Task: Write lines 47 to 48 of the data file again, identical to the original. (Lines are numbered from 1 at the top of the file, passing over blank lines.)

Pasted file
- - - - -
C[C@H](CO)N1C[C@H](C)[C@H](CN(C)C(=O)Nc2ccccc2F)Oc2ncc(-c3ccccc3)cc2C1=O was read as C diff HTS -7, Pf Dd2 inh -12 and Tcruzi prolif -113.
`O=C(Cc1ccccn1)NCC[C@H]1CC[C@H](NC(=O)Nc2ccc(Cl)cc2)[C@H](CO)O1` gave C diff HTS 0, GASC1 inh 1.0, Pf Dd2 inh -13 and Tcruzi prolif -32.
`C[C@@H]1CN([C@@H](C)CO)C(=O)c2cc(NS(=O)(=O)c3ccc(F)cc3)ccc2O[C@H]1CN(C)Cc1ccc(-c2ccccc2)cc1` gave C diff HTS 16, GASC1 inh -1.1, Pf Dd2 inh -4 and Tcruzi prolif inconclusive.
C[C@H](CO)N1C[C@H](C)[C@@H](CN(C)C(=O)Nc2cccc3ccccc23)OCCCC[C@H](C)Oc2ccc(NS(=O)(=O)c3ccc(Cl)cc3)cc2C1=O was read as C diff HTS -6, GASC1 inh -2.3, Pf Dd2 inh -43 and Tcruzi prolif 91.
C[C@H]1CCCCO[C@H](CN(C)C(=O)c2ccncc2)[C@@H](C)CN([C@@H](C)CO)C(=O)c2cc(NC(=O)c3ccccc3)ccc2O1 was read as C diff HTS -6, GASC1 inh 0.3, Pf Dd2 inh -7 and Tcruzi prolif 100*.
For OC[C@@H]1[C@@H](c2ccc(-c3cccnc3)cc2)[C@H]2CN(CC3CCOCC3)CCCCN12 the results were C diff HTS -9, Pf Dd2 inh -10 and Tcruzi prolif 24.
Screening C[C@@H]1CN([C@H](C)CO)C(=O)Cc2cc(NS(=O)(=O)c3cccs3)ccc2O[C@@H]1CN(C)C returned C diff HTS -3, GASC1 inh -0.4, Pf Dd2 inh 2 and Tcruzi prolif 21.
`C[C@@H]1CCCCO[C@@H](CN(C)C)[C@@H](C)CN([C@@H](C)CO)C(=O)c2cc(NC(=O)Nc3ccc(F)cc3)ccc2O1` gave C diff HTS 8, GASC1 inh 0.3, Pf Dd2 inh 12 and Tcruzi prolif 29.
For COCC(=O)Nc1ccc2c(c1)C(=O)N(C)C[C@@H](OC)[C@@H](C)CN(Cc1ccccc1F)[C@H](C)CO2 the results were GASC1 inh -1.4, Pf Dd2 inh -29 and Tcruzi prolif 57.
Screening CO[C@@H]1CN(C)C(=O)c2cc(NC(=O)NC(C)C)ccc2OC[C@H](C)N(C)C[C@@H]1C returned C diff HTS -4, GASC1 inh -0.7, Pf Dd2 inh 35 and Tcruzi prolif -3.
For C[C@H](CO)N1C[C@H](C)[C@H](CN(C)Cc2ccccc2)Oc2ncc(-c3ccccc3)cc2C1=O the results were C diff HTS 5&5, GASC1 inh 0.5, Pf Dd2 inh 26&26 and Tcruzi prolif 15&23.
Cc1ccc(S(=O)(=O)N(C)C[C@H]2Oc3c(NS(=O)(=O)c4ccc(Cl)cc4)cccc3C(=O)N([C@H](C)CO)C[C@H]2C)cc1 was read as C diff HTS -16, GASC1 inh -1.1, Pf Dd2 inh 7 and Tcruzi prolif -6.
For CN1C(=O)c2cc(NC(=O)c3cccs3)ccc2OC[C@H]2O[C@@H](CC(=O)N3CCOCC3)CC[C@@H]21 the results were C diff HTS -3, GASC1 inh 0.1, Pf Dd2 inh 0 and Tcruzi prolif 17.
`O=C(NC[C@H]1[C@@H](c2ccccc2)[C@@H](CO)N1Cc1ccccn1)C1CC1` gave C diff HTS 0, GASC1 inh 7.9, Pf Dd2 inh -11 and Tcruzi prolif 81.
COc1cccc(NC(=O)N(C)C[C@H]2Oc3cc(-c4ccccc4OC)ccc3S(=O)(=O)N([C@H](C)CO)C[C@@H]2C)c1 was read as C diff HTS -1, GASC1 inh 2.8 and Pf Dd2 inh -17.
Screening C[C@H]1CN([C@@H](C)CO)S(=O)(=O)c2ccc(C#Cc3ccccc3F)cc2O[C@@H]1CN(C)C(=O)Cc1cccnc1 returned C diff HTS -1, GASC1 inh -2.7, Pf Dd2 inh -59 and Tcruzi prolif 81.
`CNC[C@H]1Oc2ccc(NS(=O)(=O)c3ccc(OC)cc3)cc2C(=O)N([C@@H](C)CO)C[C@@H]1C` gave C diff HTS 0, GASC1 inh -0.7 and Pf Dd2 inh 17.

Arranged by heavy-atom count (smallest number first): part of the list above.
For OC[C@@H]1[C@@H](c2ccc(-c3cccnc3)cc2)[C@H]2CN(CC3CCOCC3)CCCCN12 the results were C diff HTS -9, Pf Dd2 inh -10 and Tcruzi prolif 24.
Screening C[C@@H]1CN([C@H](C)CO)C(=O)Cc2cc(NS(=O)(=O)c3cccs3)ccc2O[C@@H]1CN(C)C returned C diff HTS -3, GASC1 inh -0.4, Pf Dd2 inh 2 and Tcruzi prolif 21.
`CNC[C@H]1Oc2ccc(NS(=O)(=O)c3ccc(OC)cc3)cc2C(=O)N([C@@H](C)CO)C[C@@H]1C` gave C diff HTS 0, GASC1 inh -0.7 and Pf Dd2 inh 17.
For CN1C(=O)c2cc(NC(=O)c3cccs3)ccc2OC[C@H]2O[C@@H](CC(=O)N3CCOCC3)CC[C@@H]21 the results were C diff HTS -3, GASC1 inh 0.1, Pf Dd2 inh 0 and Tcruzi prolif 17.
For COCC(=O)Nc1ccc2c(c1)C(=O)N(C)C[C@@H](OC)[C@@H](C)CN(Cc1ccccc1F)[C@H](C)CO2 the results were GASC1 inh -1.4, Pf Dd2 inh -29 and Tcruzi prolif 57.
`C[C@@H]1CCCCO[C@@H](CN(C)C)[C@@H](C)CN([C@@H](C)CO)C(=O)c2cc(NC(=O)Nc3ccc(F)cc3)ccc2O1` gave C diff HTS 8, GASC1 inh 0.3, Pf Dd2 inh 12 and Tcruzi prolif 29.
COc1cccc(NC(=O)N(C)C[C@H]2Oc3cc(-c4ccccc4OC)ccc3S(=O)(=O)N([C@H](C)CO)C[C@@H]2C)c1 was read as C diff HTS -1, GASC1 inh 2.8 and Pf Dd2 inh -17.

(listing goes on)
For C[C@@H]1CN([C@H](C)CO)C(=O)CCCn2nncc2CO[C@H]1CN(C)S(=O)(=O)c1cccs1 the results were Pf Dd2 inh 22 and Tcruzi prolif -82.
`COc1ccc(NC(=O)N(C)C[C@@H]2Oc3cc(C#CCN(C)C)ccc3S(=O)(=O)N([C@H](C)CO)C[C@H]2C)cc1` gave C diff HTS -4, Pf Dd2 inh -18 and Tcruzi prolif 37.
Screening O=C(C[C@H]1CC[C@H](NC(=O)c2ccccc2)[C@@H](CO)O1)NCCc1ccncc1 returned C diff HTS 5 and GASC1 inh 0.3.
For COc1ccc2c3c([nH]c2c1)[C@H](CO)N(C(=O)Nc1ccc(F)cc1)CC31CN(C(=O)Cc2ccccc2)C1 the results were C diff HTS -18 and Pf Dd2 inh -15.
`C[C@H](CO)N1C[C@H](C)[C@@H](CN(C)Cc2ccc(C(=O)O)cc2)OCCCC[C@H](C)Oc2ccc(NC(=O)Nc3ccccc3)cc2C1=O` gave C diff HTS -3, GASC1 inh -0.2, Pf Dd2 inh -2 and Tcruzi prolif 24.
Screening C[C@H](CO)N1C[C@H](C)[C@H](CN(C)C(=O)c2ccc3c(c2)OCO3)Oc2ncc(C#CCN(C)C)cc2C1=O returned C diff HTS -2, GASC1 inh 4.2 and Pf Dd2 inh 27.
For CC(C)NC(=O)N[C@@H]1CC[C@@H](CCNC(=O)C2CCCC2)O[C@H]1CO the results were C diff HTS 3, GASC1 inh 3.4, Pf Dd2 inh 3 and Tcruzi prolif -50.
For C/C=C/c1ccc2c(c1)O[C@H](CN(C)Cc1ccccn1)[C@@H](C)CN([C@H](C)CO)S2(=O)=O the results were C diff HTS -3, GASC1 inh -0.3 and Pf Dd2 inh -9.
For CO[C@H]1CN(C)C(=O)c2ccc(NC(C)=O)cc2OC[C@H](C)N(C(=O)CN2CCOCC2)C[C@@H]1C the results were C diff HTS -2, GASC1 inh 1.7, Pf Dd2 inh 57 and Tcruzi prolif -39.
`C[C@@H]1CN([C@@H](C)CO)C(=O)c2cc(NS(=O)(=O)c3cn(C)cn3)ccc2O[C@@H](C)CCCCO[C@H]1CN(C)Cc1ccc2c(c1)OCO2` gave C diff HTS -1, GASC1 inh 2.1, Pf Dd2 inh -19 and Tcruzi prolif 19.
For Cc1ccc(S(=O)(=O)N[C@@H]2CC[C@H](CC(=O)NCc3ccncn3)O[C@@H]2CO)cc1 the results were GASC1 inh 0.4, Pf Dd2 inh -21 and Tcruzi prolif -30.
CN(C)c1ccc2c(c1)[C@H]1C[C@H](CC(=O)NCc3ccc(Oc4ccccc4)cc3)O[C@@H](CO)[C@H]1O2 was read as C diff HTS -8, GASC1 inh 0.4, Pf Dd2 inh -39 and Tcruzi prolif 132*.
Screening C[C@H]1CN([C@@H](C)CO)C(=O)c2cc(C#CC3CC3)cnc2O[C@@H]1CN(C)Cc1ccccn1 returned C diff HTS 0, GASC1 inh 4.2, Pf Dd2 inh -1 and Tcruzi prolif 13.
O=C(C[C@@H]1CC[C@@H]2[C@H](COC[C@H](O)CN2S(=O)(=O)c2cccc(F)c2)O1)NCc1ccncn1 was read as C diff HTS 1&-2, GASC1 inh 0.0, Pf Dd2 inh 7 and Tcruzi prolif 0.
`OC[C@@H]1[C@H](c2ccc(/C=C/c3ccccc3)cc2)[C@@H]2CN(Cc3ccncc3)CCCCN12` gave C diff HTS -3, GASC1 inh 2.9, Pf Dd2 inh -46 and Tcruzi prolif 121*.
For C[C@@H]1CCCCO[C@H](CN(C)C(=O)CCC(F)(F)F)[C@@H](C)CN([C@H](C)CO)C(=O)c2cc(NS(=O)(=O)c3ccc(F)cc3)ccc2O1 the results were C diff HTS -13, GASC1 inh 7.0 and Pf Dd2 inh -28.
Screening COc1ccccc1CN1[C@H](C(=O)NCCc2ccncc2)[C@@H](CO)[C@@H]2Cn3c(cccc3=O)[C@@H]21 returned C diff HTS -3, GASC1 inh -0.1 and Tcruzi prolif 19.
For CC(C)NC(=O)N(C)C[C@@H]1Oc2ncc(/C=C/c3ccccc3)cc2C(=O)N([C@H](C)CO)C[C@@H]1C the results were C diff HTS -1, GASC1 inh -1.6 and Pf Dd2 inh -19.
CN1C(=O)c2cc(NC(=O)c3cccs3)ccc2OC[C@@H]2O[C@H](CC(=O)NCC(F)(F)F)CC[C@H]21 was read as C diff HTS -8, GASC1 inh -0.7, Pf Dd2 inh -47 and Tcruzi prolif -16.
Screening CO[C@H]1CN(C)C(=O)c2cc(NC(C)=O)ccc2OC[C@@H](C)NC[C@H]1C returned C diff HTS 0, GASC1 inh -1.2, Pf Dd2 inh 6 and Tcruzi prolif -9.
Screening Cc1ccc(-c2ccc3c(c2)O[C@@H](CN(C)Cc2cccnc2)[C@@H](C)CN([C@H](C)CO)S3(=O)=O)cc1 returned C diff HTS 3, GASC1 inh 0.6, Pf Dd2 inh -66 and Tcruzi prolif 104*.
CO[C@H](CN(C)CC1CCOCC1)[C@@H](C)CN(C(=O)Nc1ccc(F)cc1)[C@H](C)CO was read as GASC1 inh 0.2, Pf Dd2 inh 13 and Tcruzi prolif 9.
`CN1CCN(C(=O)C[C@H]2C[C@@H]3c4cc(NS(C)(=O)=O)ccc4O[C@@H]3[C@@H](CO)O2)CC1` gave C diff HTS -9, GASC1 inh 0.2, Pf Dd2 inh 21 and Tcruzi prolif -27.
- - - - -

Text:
Screening Cc1ccc(-c2ccc3c(c2)O[C@@H](CN(C)Cc2cccnc2)[C@@H](C)CN([C@H](C)CO)S3(=O)=O)cc1 returned C diff HTS 3, GASC1 inh 0.6, Pf Dd2 inh -66 and Tcruzi prolif 104*.
CO[C@H](CN(C)CC1CCOCC1)[C@@H](C)CN(C(=O)Nc1ccc(F)cc1)[C@H](C)CO was read as GASC1 inh 0.2, Pf Dd2 inh 13 and Tcruzi prolif 9.